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Johnson shakes things up a bit after Tech's losing season
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ATLANTA - Paul Johnson is facing an unusual situation, at least for him.

For only the second time in his 14-year head coaching career, one of his teams is coming off a losing season.

So, he figured, it was a good time to shake things up a bit heading into spring practice at Georgia Tech.

"I want our guys to understand exactly what I expect out of them," Johnson said Monday before the Yellow Jackets took the field for the first of 15 practices, capped by the annual spring scrimmage on April 23. "They need to know exactly the way things are. I want them to know what is good and what is bad. That's not debatable. What I think is good is what counts."

To that end, he began holding leadership meetings every Tuesday, hoping to rebuild the swagger of a program that plummeted from Atlantic Coast Conference champions in 2009 to 6-7 last season. He's also getting more involved in special teams, one of the team's most glaring weaknesses a year ago.

For the most part, though, the changes are subtle.

There are certainly no plans to abandon the triple-option offense that is Johnson's trademark, even though fumbles were another major problem in 2010.

"We've had a lot of success at what we do," Johnson said. "We didn't meet expectations last year. We had some injuries, and we probably didn't do as good a job of coaching them as we should have. There's all kinds of things we could've done better. But we don't want to start over and blow it up. We've been fairly successful for 14 years.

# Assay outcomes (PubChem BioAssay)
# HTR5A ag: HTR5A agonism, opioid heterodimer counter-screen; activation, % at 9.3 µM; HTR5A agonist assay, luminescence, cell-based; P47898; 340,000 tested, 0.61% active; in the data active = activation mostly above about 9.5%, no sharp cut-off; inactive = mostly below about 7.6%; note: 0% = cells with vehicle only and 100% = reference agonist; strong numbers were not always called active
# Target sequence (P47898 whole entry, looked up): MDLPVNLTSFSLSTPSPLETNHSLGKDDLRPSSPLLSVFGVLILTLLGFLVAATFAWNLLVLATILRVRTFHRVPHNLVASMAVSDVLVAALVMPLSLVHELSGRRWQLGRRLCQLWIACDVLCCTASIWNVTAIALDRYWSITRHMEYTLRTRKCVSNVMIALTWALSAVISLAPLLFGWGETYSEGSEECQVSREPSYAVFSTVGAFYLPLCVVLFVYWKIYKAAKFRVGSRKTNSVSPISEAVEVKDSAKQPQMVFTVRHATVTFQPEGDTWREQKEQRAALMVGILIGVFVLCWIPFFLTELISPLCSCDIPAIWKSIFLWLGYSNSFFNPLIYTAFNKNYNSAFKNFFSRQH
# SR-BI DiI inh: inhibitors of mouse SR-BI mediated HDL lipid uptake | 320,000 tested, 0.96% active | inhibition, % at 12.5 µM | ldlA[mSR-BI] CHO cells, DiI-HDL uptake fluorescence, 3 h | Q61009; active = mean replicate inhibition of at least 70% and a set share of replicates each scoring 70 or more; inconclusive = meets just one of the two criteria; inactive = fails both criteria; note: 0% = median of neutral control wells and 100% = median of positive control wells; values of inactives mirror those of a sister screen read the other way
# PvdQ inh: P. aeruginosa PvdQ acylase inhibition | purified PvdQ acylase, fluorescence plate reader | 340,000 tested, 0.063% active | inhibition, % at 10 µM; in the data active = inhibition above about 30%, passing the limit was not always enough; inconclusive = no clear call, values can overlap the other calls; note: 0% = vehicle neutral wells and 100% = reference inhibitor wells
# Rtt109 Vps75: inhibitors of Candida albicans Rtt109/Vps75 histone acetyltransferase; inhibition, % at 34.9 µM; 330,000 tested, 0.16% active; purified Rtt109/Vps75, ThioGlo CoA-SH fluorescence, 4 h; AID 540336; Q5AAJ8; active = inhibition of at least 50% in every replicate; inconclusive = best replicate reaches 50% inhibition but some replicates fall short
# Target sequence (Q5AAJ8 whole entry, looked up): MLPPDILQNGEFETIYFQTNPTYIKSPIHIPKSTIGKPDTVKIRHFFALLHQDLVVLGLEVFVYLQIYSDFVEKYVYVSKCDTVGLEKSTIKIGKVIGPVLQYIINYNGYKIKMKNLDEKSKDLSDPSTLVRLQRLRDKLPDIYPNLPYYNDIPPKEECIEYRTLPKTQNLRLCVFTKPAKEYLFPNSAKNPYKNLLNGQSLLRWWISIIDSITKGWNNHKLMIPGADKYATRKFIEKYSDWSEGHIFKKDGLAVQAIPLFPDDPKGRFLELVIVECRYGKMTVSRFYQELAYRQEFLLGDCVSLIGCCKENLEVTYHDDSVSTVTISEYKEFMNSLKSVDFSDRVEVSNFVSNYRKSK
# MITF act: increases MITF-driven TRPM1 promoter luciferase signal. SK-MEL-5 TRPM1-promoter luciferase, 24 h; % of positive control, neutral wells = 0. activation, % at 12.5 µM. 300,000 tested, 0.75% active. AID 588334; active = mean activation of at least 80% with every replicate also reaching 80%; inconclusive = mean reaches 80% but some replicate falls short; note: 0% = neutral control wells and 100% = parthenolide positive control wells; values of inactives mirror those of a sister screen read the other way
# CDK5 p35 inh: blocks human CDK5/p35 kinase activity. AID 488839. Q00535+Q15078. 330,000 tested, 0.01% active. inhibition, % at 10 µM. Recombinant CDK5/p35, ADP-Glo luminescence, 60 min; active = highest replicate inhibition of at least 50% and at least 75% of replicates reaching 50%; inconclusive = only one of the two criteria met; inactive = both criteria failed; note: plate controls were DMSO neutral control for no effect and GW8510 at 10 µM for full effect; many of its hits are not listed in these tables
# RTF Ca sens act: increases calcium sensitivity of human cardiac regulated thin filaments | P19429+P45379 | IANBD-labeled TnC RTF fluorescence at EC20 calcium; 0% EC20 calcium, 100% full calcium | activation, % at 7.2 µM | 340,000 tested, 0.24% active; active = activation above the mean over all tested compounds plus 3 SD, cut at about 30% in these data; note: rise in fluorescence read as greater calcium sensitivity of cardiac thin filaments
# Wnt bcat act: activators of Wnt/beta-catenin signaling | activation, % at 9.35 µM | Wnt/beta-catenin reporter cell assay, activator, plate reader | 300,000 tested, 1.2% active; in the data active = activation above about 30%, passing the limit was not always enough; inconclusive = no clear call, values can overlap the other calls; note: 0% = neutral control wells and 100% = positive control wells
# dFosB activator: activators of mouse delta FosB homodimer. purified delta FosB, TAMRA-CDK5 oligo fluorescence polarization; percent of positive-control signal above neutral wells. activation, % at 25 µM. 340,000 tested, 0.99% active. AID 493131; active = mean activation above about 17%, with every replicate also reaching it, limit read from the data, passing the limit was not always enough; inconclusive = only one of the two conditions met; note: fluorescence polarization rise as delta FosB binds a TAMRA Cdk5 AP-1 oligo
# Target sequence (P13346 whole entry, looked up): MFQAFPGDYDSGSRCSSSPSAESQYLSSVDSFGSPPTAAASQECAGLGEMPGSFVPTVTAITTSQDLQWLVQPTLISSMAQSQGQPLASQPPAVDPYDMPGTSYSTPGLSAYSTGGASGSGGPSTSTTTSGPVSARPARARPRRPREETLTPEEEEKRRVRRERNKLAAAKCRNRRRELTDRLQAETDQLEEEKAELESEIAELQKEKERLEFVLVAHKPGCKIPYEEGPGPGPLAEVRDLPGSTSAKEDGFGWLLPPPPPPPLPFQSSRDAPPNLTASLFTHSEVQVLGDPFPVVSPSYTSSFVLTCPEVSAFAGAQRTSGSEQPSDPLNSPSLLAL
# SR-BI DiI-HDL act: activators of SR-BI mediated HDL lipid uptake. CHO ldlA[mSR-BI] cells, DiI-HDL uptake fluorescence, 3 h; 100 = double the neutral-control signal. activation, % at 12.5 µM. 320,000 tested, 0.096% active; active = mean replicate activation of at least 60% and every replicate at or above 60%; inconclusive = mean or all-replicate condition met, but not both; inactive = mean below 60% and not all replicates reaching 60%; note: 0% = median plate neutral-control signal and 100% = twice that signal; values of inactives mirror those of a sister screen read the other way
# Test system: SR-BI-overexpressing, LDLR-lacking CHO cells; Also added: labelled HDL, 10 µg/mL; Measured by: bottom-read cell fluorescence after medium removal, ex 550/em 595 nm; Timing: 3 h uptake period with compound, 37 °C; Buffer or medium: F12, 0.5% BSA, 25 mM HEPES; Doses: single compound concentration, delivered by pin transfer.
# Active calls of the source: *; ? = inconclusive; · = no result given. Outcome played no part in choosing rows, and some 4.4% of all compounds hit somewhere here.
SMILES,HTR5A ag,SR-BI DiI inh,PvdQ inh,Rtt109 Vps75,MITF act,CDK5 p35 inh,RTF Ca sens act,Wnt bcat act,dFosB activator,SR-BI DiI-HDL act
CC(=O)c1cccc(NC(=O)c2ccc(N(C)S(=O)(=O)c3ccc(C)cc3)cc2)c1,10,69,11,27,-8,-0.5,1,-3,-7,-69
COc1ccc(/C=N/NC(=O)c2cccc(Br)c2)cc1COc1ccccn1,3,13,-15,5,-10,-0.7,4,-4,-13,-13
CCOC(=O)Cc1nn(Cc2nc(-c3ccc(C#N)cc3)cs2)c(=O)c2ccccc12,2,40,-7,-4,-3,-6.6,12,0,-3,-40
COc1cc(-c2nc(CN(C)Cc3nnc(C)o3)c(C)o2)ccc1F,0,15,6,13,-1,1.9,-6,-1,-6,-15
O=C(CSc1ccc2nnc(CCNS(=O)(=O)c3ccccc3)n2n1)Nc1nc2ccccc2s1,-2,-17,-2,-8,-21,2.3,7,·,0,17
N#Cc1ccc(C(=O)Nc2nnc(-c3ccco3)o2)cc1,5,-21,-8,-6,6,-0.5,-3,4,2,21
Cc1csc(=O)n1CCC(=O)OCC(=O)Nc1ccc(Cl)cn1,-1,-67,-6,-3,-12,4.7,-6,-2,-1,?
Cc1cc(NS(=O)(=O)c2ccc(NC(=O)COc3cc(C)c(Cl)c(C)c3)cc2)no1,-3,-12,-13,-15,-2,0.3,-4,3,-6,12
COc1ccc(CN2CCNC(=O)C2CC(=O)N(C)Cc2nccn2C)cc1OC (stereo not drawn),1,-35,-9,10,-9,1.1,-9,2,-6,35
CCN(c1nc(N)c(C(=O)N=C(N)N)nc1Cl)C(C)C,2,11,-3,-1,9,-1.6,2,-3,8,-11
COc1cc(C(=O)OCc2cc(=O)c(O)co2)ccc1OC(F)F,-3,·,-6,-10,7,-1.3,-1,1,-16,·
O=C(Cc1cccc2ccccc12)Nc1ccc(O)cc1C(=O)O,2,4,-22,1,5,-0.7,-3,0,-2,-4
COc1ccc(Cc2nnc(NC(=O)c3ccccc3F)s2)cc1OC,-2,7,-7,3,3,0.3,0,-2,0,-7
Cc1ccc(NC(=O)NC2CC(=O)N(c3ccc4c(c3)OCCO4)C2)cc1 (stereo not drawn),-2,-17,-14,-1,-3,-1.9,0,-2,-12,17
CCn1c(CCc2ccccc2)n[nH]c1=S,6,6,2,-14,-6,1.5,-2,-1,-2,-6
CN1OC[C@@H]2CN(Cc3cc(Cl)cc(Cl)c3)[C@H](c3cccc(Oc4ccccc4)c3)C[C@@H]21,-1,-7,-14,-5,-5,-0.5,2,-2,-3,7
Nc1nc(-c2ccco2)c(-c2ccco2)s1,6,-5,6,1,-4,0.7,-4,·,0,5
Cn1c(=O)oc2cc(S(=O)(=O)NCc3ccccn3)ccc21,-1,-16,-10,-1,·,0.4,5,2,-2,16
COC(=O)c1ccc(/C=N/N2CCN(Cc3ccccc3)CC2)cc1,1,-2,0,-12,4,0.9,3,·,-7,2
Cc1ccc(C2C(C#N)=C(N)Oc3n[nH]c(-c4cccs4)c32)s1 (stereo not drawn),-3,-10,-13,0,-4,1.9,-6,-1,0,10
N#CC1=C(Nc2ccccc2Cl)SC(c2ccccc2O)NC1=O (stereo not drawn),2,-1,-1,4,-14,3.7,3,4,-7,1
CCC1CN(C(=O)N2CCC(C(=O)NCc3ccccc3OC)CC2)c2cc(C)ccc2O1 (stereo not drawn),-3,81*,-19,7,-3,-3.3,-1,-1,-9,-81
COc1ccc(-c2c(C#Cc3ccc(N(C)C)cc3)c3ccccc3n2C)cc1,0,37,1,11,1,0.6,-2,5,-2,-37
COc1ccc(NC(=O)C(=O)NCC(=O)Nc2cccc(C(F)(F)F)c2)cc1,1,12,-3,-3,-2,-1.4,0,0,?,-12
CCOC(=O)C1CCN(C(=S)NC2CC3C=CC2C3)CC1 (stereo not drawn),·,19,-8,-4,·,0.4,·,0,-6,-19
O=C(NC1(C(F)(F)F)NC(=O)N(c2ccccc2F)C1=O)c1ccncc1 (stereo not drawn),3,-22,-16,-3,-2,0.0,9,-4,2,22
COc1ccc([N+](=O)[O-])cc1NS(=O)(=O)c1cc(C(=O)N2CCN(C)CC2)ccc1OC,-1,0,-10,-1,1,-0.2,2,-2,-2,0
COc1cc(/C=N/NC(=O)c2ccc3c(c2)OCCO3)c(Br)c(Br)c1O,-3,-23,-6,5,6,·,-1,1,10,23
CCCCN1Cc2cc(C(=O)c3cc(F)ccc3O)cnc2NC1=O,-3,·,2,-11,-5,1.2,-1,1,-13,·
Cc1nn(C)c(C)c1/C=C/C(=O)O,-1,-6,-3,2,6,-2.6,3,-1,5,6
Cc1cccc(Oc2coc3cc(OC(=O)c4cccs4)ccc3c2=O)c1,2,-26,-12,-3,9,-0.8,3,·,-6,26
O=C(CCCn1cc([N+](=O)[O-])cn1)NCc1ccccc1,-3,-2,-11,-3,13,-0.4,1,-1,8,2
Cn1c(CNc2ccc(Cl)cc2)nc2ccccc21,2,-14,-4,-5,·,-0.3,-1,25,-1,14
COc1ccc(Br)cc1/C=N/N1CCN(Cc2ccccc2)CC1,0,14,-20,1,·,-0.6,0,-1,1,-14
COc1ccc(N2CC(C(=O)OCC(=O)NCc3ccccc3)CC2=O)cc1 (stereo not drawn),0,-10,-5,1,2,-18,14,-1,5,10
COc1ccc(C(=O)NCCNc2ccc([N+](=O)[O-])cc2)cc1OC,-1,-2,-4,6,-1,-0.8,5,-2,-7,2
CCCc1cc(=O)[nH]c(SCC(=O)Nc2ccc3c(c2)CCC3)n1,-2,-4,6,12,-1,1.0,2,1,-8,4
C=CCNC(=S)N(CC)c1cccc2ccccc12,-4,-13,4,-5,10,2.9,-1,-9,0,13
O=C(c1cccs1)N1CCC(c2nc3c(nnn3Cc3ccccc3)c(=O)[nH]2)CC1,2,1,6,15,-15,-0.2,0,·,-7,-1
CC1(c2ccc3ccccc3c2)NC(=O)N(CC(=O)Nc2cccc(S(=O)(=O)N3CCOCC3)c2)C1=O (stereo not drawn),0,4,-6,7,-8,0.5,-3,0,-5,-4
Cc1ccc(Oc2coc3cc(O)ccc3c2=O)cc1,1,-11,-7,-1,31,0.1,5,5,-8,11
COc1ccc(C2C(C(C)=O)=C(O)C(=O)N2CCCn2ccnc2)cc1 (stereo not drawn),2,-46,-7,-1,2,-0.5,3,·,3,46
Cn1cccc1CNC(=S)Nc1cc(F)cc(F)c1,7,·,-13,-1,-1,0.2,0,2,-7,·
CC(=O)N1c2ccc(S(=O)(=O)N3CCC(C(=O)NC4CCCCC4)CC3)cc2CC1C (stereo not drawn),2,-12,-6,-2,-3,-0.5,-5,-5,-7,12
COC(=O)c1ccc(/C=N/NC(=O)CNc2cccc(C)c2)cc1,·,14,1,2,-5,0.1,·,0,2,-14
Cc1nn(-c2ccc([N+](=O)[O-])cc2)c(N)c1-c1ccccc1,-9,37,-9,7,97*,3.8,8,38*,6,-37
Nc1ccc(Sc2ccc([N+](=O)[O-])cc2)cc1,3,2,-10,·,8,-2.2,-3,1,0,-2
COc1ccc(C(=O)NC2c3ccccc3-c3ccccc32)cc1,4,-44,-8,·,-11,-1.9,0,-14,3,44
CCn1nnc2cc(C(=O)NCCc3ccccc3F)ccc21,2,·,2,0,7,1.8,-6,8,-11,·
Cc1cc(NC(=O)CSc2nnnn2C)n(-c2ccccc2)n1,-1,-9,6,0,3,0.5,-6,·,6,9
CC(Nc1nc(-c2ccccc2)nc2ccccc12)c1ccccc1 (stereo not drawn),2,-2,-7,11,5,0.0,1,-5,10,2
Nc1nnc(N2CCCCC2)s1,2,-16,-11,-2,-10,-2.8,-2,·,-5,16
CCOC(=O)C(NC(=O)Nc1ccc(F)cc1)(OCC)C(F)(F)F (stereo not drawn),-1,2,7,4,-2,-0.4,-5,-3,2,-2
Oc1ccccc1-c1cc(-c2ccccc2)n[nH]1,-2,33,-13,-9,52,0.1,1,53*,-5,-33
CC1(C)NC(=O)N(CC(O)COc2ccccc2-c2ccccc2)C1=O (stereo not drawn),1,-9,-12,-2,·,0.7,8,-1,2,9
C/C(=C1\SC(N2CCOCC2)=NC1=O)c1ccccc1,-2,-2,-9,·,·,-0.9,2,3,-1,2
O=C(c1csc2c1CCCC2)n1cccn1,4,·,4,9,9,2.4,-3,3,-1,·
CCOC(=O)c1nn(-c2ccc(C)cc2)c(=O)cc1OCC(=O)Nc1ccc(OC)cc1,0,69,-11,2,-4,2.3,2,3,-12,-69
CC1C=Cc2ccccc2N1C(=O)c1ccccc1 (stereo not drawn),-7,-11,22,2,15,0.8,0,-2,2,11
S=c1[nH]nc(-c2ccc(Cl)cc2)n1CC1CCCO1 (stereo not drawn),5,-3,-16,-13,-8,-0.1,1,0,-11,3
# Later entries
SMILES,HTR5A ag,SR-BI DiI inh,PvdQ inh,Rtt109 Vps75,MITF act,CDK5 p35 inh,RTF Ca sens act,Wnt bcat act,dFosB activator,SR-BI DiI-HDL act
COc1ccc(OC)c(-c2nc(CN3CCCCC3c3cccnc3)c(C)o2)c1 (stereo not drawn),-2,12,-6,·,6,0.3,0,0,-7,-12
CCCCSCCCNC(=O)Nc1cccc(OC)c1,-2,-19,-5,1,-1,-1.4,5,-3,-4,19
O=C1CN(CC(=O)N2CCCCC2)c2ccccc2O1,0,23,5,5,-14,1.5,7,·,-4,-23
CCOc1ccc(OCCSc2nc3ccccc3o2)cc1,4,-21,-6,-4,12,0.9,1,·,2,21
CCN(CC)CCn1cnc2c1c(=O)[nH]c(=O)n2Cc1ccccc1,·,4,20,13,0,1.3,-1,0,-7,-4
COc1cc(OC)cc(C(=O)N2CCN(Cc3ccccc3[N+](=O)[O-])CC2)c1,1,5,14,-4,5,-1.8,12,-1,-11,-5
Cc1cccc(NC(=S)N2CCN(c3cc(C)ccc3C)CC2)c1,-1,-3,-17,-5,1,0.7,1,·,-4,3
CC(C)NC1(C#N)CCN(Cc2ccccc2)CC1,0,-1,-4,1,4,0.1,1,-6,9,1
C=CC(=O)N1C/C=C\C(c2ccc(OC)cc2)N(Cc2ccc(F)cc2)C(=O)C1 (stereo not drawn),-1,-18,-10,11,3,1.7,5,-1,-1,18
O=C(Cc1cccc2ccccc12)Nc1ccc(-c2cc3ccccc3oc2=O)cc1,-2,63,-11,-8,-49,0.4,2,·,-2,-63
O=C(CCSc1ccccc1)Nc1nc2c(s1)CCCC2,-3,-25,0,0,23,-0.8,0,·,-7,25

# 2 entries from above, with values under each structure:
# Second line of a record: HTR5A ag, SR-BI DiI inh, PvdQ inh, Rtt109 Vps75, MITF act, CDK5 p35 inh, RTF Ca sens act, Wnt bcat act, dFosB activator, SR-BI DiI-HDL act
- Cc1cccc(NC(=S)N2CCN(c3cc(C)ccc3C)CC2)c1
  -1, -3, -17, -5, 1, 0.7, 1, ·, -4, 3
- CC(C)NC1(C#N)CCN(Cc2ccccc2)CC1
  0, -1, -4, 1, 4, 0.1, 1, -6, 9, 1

"There will be a tweak here and there," he added. "We'll identify our shortcomings and move on from there."

Much of the focus during the spring will be on the quarterbacks. Tevin Washington started four games last season in place of injured star Josh Nesbitt and has the inside track to keep the job. But he'll be challenged by redshirt freshman Synjyn Days.

"Tevin is the starter coming in. He earned that," Johnson said. "I don't get too hyped up on freshman. Until they show they can do it on the field, I don't want to hype them all that much. Synjyn has a lot of ability. But he's got to beat Tevin out. It's Tevin's job."

Nesbitt isn't the only key offensive player who must be replaced. Top rusher Anthony Allen (1,316 yards, seven TDs, 5.5-yard average) departed as well, leaving a wide-open fight at B-back.

Redshirt freshman Charles Perkins could claim the position. Senior Preston Lyons and junior Richard Watson will be in the mix. And don't forget versatile sophomore David Sims, who will start out the spring in the secondary but could also get a look on the offensive side - maybe even at quarterback.

Whoever wins the job, Johnson expects the same sort of production he got from Allen and the previous B-back, Jonathan Dwyer.

"I'm comfortable with that position," the coach said. "We've probably got more depth there than anywhere. There are some good players back there."

Johnson also is counting on major improvement from the defense, even though the entire starting secondary must be replaced. The Yellow Jackets still gave up far too many yards after bringing in Al Groh as coordinator and switching to a 3-4 alignment.

"If you look at the stats from two years ago and last year, there's really not a lot of difference," Johnson said. "You hope in the second year (of Groh's system), there will be a little more familiarity, that kind of thing. The bottom line is winning and losing games. That's really all that matters."

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